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Periscope, Twitter’s live streaming app, claims to have surpassed 10 million user accounts on 2 August. Twitter acquired Periscope in March this year for an undisclosed sum, possibly a cash and stock deal.

40 years worth of video being watched per day
Periscope claims that since 25 March, the amount of time spent watching (in years/day) has been on the rise from 5 years (~2.7 million minutes) worth of video per day to 40 years (~ 21 million minutes) worth of video per day  as of 29 July. Note that the ‘time watched’ represents live broadcasts watched on iOS and Android only, not web or replays. Periscope says that it is working on including the ‘time watched’ metric for its periscope.tv web viewership as well.

DAUs less popular a metric than ‘time watched’
The company said that it chose time watched instead of Daily Active Users (DAU) or Monthly Active Users (MAU) because of its ‘limitations’. It added that DAU/MAU optimisation would include conventional growth hacks, viral mechanics and marketing, which supposedly does not motivate its team or lead to a better product or success, in its opinion.

1.8 million iOS and Android DAUs by July end
However, Periscope does give data on its DAUs as well. From 200,000 towards the end of March, DAUs reached 1 million by the start of June, 1.5 million in the second half of July and over 1.8 million by the end of July. Like the amount of time spent on Periscope, its DAU numbers also include only iOS and Android usage.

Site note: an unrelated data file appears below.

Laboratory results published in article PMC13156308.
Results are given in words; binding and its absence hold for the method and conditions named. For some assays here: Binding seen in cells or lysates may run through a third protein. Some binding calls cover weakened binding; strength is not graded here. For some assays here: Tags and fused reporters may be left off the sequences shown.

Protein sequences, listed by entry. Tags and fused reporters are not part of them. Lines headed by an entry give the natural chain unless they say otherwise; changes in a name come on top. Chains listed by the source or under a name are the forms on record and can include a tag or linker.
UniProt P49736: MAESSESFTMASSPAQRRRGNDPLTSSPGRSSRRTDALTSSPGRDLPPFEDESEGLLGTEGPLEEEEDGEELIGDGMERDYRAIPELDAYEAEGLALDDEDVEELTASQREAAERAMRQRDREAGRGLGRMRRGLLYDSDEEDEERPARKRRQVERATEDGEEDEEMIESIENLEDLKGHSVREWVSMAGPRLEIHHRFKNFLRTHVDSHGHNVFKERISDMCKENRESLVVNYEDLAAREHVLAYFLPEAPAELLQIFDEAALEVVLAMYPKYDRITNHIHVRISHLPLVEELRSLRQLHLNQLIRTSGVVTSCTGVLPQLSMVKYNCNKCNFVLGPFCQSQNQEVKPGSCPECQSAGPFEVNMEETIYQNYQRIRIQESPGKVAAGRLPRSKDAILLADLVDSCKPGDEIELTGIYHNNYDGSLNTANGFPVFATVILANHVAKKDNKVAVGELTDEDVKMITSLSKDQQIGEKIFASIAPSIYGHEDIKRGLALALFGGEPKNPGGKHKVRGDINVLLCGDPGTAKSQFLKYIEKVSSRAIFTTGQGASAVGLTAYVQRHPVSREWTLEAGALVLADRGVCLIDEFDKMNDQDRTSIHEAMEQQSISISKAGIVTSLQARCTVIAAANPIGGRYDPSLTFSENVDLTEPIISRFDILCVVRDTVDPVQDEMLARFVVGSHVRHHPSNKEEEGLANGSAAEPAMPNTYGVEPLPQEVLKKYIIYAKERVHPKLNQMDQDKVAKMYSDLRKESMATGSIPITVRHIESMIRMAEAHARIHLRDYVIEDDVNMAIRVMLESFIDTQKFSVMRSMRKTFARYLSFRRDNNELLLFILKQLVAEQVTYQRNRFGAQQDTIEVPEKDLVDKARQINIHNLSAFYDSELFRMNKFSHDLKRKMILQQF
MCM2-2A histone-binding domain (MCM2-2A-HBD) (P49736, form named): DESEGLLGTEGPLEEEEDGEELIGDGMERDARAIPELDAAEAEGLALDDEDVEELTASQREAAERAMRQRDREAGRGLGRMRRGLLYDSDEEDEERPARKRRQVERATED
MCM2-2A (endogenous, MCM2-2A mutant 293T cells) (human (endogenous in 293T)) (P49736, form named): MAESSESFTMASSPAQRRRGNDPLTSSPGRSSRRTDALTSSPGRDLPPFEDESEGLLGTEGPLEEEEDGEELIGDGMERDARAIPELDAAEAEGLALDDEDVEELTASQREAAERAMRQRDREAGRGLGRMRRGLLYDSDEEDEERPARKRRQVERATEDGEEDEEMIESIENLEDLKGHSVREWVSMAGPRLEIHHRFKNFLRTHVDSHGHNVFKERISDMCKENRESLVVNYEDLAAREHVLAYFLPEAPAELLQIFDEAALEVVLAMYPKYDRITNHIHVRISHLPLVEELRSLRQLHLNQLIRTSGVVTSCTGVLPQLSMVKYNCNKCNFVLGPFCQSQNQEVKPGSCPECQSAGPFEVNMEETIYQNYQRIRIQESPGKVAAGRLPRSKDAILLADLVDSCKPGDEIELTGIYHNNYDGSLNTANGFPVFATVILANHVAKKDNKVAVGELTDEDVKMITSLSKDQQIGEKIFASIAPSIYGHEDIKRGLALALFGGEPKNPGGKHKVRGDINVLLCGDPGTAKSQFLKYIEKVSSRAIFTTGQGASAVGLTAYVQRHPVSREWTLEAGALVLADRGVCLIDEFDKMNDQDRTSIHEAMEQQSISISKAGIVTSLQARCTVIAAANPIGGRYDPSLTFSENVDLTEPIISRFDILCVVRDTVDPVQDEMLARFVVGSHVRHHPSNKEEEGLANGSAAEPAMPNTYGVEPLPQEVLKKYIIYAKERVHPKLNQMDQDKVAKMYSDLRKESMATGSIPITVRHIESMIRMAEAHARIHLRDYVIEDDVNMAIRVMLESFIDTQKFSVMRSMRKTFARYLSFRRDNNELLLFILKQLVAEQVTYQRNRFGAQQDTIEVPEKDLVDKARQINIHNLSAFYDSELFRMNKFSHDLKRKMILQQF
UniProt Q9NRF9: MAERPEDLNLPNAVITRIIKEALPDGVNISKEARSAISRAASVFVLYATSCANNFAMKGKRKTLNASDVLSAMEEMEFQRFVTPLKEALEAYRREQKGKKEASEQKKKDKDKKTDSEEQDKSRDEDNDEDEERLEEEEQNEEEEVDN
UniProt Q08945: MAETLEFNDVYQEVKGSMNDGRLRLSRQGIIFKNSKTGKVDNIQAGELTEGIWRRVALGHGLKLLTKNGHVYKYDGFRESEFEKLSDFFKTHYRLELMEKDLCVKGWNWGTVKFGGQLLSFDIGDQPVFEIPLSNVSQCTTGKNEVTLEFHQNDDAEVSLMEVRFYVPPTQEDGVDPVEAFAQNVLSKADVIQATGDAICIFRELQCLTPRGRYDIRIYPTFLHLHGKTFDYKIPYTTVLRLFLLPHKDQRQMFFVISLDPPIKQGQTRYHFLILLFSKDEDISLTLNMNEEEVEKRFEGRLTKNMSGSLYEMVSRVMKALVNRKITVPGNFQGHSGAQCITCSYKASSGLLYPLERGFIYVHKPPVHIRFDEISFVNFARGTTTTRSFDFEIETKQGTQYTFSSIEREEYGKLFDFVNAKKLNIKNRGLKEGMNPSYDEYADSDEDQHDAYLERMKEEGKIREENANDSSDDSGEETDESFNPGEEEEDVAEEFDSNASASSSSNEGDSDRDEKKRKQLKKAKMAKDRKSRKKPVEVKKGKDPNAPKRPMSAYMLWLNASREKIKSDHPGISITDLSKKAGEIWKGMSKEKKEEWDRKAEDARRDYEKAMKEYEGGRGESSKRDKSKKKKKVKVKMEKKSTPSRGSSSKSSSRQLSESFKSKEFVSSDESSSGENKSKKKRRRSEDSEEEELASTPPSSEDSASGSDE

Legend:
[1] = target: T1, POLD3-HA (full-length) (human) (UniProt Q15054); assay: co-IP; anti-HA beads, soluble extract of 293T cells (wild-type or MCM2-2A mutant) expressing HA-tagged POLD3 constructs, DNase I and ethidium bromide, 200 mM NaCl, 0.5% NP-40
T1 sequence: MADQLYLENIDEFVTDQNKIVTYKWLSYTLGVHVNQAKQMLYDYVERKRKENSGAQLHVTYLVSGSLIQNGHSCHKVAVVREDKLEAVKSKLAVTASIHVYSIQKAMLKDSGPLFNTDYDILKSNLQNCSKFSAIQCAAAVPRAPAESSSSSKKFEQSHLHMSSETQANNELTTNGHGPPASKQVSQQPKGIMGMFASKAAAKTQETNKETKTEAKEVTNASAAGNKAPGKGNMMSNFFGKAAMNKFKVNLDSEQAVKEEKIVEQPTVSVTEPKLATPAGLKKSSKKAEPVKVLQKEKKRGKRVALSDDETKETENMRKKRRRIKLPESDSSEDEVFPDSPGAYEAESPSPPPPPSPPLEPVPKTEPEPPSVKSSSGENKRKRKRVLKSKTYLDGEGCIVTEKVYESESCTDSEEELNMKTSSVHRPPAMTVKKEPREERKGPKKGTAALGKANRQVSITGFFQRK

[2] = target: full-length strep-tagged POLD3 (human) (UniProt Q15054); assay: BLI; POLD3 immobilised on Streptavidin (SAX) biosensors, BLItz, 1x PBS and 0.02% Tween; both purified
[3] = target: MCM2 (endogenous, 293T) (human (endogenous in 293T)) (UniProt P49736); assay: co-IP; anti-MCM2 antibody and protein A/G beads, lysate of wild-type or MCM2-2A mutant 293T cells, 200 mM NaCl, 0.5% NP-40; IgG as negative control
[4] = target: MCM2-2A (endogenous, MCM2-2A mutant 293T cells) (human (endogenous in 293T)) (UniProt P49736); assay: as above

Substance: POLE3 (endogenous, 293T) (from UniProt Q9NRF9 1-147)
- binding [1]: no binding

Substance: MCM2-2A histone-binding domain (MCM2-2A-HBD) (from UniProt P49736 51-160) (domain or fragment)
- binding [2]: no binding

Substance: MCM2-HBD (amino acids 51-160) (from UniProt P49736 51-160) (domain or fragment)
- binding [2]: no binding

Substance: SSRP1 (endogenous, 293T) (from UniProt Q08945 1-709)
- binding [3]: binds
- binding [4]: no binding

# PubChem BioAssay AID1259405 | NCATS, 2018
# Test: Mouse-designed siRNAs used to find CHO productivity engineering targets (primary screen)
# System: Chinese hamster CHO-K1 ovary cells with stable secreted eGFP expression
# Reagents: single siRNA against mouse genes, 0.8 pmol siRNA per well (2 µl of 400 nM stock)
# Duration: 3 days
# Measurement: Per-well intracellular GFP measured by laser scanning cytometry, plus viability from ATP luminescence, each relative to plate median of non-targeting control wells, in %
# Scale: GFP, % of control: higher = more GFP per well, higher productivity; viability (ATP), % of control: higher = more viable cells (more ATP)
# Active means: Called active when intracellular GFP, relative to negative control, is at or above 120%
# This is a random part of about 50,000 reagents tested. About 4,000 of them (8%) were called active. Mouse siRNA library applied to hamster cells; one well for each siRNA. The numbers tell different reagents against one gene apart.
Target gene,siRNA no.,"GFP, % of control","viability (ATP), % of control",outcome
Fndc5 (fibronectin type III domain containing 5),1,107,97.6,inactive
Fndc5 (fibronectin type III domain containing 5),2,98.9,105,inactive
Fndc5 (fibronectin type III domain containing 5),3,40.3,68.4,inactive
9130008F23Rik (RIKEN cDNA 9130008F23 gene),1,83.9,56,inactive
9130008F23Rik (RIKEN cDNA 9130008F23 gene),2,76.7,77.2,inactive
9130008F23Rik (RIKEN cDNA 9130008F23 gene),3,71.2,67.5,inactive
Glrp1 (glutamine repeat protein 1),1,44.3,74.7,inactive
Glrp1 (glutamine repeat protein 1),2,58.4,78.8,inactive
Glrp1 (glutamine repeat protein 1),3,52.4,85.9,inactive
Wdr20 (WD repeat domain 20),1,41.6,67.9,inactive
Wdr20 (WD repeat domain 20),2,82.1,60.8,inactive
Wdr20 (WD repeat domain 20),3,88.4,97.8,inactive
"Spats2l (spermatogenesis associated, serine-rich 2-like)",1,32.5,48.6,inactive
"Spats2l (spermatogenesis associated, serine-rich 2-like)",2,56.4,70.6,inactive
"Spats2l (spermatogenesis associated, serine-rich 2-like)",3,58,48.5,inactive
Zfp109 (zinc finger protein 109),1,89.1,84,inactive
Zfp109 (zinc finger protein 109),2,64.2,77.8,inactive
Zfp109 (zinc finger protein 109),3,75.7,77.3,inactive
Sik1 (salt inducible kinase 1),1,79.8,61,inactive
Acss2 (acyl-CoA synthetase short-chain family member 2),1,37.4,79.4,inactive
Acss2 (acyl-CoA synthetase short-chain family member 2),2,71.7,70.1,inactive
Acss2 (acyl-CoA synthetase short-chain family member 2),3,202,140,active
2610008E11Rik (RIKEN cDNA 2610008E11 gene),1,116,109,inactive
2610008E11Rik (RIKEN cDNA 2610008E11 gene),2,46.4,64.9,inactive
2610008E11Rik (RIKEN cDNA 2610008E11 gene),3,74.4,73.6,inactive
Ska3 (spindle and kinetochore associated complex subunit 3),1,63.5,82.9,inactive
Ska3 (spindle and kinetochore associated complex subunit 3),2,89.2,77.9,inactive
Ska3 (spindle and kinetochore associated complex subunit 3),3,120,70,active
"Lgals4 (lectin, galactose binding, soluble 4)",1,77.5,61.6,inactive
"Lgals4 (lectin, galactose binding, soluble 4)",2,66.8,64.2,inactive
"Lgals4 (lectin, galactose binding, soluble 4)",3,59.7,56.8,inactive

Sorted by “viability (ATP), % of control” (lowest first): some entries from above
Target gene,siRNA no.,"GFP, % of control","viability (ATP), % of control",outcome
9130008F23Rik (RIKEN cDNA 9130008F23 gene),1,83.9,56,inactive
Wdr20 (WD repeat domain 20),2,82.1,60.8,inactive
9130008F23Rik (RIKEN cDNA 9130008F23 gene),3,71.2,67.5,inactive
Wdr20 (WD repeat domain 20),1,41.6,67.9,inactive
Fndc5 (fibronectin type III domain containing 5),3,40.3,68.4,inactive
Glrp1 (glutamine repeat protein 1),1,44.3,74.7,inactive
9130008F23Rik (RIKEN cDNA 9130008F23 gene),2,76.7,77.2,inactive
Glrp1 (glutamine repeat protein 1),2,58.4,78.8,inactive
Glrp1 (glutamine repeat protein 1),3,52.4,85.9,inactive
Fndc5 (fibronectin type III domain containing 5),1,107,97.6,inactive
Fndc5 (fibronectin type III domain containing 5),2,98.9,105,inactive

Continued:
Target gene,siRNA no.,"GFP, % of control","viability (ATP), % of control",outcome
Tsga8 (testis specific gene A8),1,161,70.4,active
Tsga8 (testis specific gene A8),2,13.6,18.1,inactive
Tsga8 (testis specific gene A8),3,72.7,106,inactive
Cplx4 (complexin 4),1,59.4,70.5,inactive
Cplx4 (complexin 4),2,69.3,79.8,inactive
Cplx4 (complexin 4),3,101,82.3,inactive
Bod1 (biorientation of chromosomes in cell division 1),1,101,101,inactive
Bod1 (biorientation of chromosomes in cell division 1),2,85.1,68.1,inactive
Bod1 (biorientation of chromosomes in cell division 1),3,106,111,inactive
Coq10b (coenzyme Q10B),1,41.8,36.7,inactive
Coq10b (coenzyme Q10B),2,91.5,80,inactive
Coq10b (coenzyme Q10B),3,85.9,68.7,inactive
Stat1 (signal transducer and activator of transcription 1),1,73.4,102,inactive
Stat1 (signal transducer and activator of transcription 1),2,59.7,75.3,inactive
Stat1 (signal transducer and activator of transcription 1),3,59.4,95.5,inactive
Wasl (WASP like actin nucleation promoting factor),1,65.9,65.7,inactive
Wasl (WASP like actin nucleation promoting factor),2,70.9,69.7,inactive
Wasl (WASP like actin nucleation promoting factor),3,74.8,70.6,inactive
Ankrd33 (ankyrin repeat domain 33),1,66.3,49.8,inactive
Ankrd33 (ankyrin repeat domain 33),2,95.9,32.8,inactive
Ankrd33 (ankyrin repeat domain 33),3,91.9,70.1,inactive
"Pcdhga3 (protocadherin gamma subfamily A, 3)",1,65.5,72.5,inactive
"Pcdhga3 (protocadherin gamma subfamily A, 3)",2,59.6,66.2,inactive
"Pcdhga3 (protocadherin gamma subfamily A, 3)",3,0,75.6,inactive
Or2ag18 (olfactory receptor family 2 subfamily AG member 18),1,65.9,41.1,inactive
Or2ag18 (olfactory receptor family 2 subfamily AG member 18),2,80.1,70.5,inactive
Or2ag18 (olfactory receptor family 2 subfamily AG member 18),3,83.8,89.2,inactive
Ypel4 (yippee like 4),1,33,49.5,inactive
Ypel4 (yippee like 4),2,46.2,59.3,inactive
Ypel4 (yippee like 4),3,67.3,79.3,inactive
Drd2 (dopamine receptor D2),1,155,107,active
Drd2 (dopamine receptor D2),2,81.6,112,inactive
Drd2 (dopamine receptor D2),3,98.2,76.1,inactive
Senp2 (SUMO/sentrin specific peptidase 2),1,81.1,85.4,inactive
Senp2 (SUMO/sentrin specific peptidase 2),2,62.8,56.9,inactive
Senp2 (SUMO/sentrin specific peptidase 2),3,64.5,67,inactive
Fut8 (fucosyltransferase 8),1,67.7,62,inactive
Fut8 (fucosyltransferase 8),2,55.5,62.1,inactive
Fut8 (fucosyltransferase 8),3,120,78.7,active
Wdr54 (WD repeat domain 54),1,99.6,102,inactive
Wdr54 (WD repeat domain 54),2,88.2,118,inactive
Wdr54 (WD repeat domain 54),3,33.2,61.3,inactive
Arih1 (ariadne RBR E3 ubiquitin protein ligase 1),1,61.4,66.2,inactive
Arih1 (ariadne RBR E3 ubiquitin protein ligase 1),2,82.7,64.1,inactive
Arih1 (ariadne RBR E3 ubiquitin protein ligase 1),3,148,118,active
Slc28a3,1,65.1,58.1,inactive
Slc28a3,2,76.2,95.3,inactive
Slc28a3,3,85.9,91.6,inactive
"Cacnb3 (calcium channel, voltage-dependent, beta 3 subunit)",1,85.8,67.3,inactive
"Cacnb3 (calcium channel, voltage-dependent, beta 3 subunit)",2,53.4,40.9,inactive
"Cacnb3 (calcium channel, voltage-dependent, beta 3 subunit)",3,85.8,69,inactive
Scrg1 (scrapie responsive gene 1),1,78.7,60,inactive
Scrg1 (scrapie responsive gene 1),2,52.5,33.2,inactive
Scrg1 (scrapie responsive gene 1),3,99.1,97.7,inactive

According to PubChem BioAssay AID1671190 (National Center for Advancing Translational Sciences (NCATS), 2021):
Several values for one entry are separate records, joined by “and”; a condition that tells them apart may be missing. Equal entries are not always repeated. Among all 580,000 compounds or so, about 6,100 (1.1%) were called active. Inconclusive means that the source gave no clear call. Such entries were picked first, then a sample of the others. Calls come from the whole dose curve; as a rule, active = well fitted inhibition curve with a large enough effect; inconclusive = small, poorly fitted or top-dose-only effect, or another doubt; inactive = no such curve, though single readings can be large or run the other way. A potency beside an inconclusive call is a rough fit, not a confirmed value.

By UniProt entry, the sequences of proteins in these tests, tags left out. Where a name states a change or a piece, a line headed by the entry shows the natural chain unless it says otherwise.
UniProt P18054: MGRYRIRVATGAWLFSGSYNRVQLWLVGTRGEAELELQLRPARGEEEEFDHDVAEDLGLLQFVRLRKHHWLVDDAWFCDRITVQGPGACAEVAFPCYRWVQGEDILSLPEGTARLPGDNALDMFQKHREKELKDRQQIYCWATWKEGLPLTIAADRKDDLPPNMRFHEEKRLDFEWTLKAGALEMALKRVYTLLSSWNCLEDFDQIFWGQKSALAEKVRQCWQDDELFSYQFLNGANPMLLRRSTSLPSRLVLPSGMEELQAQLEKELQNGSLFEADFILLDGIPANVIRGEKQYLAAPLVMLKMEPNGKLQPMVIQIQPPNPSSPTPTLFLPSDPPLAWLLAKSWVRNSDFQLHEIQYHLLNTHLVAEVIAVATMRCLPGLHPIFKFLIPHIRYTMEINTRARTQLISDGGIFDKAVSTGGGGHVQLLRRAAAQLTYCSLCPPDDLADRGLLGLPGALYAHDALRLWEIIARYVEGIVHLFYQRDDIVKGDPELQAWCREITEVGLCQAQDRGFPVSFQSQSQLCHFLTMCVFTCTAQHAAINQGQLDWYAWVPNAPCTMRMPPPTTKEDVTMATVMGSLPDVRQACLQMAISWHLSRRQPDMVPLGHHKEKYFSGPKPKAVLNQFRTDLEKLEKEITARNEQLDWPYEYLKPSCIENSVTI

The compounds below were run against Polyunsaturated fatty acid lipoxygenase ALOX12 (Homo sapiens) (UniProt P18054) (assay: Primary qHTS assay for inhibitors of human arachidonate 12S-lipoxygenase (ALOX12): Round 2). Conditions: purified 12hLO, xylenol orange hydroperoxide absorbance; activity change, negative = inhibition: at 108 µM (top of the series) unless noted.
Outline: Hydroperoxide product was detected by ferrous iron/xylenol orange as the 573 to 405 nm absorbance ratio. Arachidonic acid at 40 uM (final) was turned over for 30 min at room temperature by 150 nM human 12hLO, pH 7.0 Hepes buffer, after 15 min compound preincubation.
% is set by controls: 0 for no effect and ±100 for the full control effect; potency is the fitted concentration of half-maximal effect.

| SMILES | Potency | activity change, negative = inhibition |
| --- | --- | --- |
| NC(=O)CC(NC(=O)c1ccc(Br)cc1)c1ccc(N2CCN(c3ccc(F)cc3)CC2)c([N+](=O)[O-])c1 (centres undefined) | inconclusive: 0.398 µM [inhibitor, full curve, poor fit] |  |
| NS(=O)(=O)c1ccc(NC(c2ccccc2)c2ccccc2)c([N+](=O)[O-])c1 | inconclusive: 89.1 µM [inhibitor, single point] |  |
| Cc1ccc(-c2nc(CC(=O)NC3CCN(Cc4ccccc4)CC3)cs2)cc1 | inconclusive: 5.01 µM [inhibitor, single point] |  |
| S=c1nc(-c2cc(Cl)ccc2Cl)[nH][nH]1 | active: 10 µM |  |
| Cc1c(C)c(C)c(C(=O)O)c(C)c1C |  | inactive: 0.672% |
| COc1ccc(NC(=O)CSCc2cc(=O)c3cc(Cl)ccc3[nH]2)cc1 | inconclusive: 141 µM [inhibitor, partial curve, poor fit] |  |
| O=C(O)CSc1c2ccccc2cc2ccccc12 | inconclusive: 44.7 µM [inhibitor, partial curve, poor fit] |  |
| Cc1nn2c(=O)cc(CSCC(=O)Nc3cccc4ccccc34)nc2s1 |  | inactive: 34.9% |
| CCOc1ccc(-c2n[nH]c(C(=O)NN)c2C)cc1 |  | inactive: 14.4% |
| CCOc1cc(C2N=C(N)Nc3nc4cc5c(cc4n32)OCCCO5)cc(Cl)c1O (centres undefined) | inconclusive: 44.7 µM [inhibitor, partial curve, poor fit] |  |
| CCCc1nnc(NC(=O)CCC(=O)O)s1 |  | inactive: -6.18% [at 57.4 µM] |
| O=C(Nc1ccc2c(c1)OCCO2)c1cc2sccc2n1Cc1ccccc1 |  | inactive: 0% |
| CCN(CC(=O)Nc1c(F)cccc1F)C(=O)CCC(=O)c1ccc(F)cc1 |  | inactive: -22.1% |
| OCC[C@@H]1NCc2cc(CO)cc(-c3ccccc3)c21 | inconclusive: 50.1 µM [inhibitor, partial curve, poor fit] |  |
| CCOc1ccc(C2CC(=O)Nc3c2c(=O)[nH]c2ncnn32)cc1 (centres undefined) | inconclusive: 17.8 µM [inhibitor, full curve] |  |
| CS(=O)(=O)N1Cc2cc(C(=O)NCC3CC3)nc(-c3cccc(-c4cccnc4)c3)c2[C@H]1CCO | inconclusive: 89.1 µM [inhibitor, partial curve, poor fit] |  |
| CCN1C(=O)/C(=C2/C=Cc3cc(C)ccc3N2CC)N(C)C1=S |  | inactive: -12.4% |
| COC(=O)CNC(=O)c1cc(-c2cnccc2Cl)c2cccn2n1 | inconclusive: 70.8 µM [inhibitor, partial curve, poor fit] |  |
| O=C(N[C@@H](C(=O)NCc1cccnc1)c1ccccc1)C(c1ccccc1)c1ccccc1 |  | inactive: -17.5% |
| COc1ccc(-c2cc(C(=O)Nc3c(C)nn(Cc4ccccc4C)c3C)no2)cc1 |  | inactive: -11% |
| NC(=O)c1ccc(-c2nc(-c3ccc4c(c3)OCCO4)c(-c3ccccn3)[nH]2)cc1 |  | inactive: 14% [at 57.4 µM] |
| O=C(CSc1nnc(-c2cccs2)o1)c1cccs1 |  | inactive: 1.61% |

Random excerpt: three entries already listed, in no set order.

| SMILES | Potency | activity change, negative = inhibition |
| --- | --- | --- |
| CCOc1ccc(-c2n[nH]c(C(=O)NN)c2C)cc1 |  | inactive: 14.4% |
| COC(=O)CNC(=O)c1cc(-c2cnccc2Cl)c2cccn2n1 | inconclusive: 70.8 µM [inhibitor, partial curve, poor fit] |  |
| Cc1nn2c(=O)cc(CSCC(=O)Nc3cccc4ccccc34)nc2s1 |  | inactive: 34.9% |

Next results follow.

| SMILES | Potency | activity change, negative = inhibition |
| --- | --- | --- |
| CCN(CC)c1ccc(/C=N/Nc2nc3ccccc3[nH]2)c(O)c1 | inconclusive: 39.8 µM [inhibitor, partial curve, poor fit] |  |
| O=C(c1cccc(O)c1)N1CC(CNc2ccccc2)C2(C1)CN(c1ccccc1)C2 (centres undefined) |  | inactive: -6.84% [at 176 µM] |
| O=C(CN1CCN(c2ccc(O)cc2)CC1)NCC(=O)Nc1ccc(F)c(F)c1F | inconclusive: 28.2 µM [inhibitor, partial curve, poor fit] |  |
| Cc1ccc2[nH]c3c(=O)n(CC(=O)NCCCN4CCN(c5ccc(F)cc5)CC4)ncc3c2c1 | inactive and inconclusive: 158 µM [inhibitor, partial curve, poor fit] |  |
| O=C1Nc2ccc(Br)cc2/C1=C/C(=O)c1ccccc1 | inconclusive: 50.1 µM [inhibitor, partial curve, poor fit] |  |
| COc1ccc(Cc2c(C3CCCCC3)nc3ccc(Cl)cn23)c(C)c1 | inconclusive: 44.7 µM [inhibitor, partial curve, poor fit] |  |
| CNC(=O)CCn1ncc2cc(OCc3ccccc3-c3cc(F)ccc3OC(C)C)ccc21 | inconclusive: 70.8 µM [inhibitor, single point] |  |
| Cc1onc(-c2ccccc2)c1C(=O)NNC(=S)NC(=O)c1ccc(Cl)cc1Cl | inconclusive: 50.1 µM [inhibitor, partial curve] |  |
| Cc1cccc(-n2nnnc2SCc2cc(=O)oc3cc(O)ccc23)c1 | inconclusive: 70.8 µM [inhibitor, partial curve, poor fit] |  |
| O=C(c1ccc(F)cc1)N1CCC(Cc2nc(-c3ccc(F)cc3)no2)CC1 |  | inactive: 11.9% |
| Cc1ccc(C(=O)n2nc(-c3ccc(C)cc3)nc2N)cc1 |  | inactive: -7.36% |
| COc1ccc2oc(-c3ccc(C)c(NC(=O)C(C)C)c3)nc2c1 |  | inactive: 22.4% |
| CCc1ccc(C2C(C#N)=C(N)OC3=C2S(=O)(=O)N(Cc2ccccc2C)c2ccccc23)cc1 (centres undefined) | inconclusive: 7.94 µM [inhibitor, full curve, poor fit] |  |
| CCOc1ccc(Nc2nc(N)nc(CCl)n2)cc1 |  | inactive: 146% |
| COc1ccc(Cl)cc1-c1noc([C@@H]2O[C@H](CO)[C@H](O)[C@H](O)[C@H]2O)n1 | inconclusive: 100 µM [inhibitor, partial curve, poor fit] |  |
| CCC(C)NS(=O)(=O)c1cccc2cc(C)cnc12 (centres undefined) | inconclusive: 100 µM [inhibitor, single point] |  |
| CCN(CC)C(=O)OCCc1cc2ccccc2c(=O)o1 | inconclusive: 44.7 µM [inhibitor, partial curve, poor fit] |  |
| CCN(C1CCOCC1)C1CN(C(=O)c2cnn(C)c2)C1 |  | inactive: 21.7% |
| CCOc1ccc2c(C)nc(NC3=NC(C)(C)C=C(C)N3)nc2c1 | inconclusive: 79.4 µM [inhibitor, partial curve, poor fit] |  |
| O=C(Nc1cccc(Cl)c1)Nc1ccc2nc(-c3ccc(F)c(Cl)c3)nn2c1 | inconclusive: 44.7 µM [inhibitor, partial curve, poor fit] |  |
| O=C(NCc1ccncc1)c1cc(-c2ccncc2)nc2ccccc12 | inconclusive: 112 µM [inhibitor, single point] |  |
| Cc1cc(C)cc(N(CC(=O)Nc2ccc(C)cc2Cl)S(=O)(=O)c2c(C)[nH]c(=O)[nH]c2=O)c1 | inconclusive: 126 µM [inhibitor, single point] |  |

Periscope stores the videos only for 24 hours. Towards the end of June, it enabled replays of videos on web within 24 hours of their streaming.

In Twitter’s conference call in March, then CEO Dick Costolo said that 1 million people had signed up for Periscope in the first 10 days after the app was launched. He added that people had started using Periscope to broadcast streams of videos of the Baltimore riots.

Sign up for Periscope without a Twitter account
In May, Twitter updated Periscope with the ability to sign up for the service without a Twitter account. New users would be able to sign up for the app using their phone numbers instead.

Crime reporting through Periscope
Early last month, Bangalore residents would be able to use Periscope to record videos of crimes and vehicles jumping traffic signals among other offences. The police control room would be able to find the location of the crime from the person shooting the video and alert jurisdictional police. The police said that it might help in its function as a ‘live surveillance camera’. Bangalore police would also use the app to live stream its press conferences, through which people watching could comment and interact live.

Image Credit: Flickr user Jim Makos